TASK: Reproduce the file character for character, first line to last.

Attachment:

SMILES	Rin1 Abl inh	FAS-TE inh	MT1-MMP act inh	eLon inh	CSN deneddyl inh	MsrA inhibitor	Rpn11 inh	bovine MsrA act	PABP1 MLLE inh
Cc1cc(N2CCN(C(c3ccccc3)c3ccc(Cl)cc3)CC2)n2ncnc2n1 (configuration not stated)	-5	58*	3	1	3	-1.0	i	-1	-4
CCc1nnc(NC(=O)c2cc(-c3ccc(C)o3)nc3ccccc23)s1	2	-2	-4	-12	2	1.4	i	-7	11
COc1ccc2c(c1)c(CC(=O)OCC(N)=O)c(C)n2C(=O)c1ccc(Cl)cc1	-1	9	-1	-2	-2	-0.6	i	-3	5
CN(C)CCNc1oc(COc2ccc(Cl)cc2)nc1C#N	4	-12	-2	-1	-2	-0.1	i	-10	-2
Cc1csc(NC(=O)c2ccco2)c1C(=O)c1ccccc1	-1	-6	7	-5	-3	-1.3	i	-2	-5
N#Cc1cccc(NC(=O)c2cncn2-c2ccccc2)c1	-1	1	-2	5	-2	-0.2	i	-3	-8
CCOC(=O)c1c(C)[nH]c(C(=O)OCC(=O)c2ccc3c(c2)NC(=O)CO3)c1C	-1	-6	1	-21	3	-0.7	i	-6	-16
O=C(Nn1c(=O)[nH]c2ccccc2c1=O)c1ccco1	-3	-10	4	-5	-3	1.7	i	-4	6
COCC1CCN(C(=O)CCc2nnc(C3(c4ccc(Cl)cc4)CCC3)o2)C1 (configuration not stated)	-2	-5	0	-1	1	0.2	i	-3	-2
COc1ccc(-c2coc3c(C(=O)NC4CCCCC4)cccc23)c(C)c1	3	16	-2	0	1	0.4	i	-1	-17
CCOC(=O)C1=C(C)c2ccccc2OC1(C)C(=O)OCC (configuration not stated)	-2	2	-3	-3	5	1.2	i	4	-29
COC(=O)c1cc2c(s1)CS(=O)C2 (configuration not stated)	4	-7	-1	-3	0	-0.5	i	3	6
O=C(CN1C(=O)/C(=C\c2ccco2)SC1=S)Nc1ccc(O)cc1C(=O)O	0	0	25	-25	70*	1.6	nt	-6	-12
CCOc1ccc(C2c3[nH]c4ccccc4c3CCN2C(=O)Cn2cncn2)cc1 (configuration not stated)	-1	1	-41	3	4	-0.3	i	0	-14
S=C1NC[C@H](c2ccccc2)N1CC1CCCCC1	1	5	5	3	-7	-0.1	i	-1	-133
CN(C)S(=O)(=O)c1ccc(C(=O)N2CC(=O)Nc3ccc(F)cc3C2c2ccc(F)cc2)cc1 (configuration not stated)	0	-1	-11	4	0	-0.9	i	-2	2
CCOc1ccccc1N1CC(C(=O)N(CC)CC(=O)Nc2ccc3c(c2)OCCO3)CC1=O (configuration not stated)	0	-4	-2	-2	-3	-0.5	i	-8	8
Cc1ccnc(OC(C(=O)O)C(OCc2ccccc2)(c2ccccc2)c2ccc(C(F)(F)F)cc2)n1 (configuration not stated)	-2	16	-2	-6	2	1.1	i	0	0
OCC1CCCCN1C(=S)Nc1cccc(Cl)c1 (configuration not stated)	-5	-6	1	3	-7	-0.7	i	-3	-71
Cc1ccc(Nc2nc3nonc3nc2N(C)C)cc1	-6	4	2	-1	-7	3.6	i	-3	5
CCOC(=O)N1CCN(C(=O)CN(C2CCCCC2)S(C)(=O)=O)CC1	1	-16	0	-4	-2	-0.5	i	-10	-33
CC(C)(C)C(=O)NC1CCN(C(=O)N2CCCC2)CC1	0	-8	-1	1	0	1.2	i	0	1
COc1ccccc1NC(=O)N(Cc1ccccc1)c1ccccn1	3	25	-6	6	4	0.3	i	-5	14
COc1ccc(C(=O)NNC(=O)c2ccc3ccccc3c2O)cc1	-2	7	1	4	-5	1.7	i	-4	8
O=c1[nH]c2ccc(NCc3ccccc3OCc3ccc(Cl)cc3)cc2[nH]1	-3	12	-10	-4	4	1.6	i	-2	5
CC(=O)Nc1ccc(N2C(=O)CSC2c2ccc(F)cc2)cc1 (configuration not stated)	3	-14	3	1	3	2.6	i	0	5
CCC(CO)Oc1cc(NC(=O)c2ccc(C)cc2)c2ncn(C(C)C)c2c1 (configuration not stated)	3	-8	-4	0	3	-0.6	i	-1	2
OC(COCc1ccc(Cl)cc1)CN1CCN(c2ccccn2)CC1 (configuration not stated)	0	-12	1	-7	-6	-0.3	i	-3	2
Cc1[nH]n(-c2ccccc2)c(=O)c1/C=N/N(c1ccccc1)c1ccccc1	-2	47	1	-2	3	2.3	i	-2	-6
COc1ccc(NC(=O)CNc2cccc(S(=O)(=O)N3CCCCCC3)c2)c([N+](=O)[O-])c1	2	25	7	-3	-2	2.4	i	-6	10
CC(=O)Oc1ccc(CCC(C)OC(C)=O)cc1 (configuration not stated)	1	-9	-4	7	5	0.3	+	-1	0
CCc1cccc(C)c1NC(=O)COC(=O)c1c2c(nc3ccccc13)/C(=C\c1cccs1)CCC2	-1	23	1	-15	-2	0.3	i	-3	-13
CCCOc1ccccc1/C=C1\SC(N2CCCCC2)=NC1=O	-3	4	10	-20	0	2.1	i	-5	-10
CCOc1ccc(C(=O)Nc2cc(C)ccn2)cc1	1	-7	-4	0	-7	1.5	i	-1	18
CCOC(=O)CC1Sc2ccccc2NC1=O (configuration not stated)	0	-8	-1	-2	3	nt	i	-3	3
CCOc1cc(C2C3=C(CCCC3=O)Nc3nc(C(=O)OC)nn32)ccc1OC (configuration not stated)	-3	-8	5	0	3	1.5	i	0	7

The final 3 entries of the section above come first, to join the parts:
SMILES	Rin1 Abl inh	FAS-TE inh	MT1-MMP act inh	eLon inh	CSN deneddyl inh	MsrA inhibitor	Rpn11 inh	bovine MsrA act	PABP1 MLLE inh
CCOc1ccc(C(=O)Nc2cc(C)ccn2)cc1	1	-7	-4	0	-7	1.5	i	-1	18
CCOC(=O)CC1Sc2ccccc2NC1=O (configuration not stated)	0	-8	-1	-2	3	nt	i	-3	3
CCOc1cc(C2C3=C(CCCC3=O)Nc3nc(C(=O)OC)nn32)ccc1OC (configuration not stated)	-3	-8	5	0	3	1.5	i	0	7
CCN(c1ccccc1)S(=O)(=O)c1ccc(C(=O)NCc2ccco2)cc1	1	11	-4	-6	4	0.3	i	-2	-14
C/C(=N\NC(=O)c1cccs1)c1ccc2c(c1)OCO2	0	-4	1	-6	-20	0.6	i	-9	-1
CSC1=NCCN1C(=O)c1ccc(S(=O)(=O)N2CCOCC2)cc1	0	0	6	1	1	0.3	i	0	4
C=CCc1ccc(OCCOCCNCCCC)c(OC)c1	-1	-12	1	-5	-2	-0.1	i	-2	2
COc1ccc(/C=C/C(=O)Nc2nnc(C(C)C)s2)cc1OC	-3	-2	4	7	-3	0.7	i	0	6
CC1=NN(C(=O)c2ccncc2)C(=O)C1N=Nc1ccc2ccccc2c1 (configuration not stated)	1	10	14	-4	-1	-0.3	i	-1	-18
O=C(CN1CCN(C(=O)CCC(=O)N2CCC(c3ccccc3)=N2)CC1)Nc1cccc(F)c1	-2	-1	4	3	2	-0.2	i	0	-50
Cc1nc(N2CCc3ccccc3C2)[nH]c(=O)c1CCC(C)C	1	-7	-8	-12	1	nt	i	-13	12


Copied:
SMILES	Rin1 Abl inh	FAS-TE inh	MT1-MMP act inh	eLon inh	CSN deneddyl inh	MsrA inhibitor	Rpn11 inh	bovine MsrA act	PABP1 MLLE inh
Cc1cc(N2CCN(C(c3ccccc3)c3ccc(Cl)cc3)CC2)n2ncnc2n1 (configuration not stated)	-5	58*	3	1	3	-1.0	i	-1	-4
CCc1nnc(NC(=O)c2cc(-c3ccc(C)o3)nc3ccccc23)s1	2	-2	-4	-12	2	1.4	i	-7	11
COc1ccc2c(c1)c(CC(=O)OCC(N)=O)c(C)n2C(=O)c1ccc(Cl)cc1	-1	9	-1	-2	-2	-0.6	i	-3	5
CN(C)CCNc1oc(COc2ccc(Cl)cc2)nc1C#N	4	-12	-2	-1	-2	-0.1	i	-10	-2
Cc1csc(NC(=O)c2ccco2)c1C(=O)c1ccccc1	-1	-6	7	-5	-3	-1.3	i	-2	-5
N#Cc1cccc(NC(=O)c2cncn2-c2ccccc2)c1	-1	1	-2	5	-2	-0.2	i	-3	-8
CCOC(=O)c1c(C)[nH]c(C(=O)OCC(=O)c2ccc3c(c2)NC(=O)CO3)c1C	-1	-6	1	-21	3	-0.7	i	-6	-16
O=C(Nn1c(=O)[nH]c2ccccc2c1=O)c1ccco1	-3	-10	4	-5	-3	1.7	i	-4	6
COCC1CCN(C(=O)CCc2nnc(C3(c4ccc(Cl)cc4)CCC3)o2)C1 (configuration not stated)	-2	-5	0	-1	1	0.2	i	-3	-2
COc1ccc(-c2coc3c(C(=O)NC4CCCCC4)cccc23)c(C)c1	3	16	-2	0	1	0.4	i	-1	-17
CCOC(=O)C1=C(C)c2ccccc2OC1(C)C(=O)OCC (configuration not stated)	-2	2	-3	-3	5	1.2	i	4	-29
COC(=O)c1cc2c(s1)CS(=O)C2 (configuration not stated)	4	-7	-1	-3	0	-0.5	i	3	6
O=C(CN1C(=O)/C(=C\c2ccco2)SC1=S)Nc1ccc(O)cc1C(=O)O	0	0	25	-25	70*	1.6	nt	-6	-12
CCOc1ccc(C2c3[nH]c4ccccc4c3CCN2C(=O)Cn2cncn2)cc1 (configuration not stated)	-1	1	-41	3	4	-0.3	i	0	-14
S=C1NC[C@H](c2ccccc2)N1CC1CCCCC1	1	5	5	3	-7	-0.1	i	-1	-133
CN(C)S(=O)(=O)c1ccc(C(=O)N2CC(=O)Nc3ccc(F)cc3C2c2ccc(F)cc2)cc1 (configuration not stated)	0	-1	-11	4	0	-0.9	i	-2	2
CCOc1ccccc1N1CC(C(=O)N(CC)CC(=O)Nc2ccc3c(c2)OCCO3)CC1=O (configuration not stated)	0	-4	-2	-2	-3	-0.5	i	-8	8
Cc1ccnc(OC(C(=O)O)C(OCc2ccccc2)(c2ccccc2)c2ccc(C(F)(F)F)cc2)n1 (configuration not stated)	-2	16	-2	-6	2	1.1	i	0	0
OCC1CCCCN1C(=S)Nc1cccc(Cl)c1 (configuration not stated)	-5	-6	1	3	-7	-0.7	i	-3	-71
Cc1ccc(Nc2nc3nonc3nc2N(C)C)cc1	-6	4	2	-1	-7	3.6	i	-3	5
CCOC(=O)N1CCN(C(=O)CN(C2CCCCC2)S(C)(=O)=O)CC1	1	-16	0	-4	-2	-0.5	i	-10	-33
CC(C)(C)C(=O)NC1CCN(C(=O)N2CCCC2)CC1	0	-8	-1	1	0	1.2	i	0	1
COc1ccccc1NC(=O)N(Cc1ccccc1)c1ccccn1	3	25	-6	6	4	0.3	i	-5	14
COc1ccc(C(=O)NNC(=O)c2ccc3ccccc3c2O)cc1	-2	7	1	4	-5	1.7	i	-4	8
O=c1[nH]c2ccc(NCc3ccccc3OCc3ccc(Cl)cc3)cc2[nH]1	-3	12	-10	-4	4	1.6	i	-2	5
CC(=O)Nc1ccc(N2C(=O)CSC2c2ccc(F)cc2)cc1 (configuration not stated)	3	-14	3	1	3	2.6	i	0	5
CCC(CO)Oc1cc(NC(=O)c2ccc(C)cc2)c2ncn(C(C)C)c2c1 (configuration not stated)	3	-8	-4	0	3	-0.6	i	-1	2
OC(COCc1ccc(Cl)cc1)CN1CCN(c2ccccn2)CC1 (configuration not stated)	0	-12	1	-7	-6	-0.3	i	-3	2
Cc1[nH]n(-c2ccccc2)c(=O)c1/C=N/N(c1ccccc1)c1ccccc1	-2	47	1	-2	3	2.3	i	-2	-6
COc1ccc(NC(=O)CNc2cccc(S(=O)(=O)N3CCCCCC3)c2)c([N+](=O)[O-])c1	2	25	7	-3	-2	2.4	i	-6	10
CC(=O)Oc1ccc(CCC(C)OC(C)=O)cc1 (configuration not stated)	1	-9	-4	7	5	0.3	+	-1	0
CCc1cccc(C)c1NC(=O)COC(=O)c1c2c(nc3ccccc13)/C(=C\c1cccs1)CCC2	-1	23	1	-15	-2	0.3	i	-3	-13
CCCOc1ccccc1/C=C1\SC(N2CCCCC2)=NC1=O	-3	4	10	-20	0	2.1	i	-5	-10
CCOc1ccc(C(=O)Nc2cc(C)ccn2)cc1	1	-7	-4	0	-7	1.5	i	-1	18
CCOC(=O)CC1Sc2ccccc2NC1=O (configuration not stated)	0	-8	-1	-2	3	nt	i	-3	3
CCOc1cc(C2C3=C(CCCC3=O)Nc3nc(C(=O)OC)nn32)ccc1OC (configuration not stated)	-3	-8	5	0	3	1.5	i	0	7

The final 3 entries of the section above come first, to join the parts:
SMILES	Rin1 Abl inh	FAS-TE inh	MT1-MMP act inh	eLon inh	CSN deneddyl inh	MsrA inhibitor	Rpn11 inh	bovine MsrA act	PABP1 MLLE inh
CCOc1ccc(C(=O)Nc2cc(C)ccn2)cc1	1	-7	-4	0	-7	1.5	i	-1	18
CCOC(=O)CC1Sc2ccccc2NC1=O (configuration not stated)	0	-8	-1	-2	3	nt	i	-3	3
CCOc1cc(C2C3=C(CCCC3=O)Nc3nc(C(=O)OC)nn32)ccc1OC (configuration not stated)	-3	-8	5	0	3	1.5	i	0	7
CCN(c1ccccc1)S(=O)(=O)c1ccc(C(=O)NCc2ccco2)cc1	1	11	-4	-6	4	0.3	i	-2	-14
C/C(=N\NC(=O)c1cccs1)c1ccc2c(c1)OCO2	0	-4	1	-6	-20	0.6	i	-9	-1
CSC1=NCCN1C(=O)c1ccc(S(=O)(=O)N2CCOCC2)cc1	0	0	6	1	1	0.3	i	0	4
C=CCc1ccc(OCCOCCNCCCC)c(OC)c1	-1	-12	1	-5	-2	-0.1	i	-2	2
COc1ccc(/C=C/C(=O)Nc2nnc(C(C)C)s2)cc1OC	-3	-2	4	7	-3	0.7	i	0	6
CC1=NN(C(=O)c2ccncc2)C(=O)C1N=Nc1ccc2ccccc2c1 (configuration not stated)	1	10	14	-4	-1	-0.3	i	-1	-18
O=C(CN1CCN(C(=O)CCC(=O)N2CCC(c3ccccc3)=N2)CC1)Nc1cccc(F)c1	-2	-1	4	3	2	-0.2	i	0	-50
Cc1nc(N2CCc3ccccc3C2)[nH]c(=O)c1CCC(C)C	1	-7	-8	-12	1	nt	i	-13	12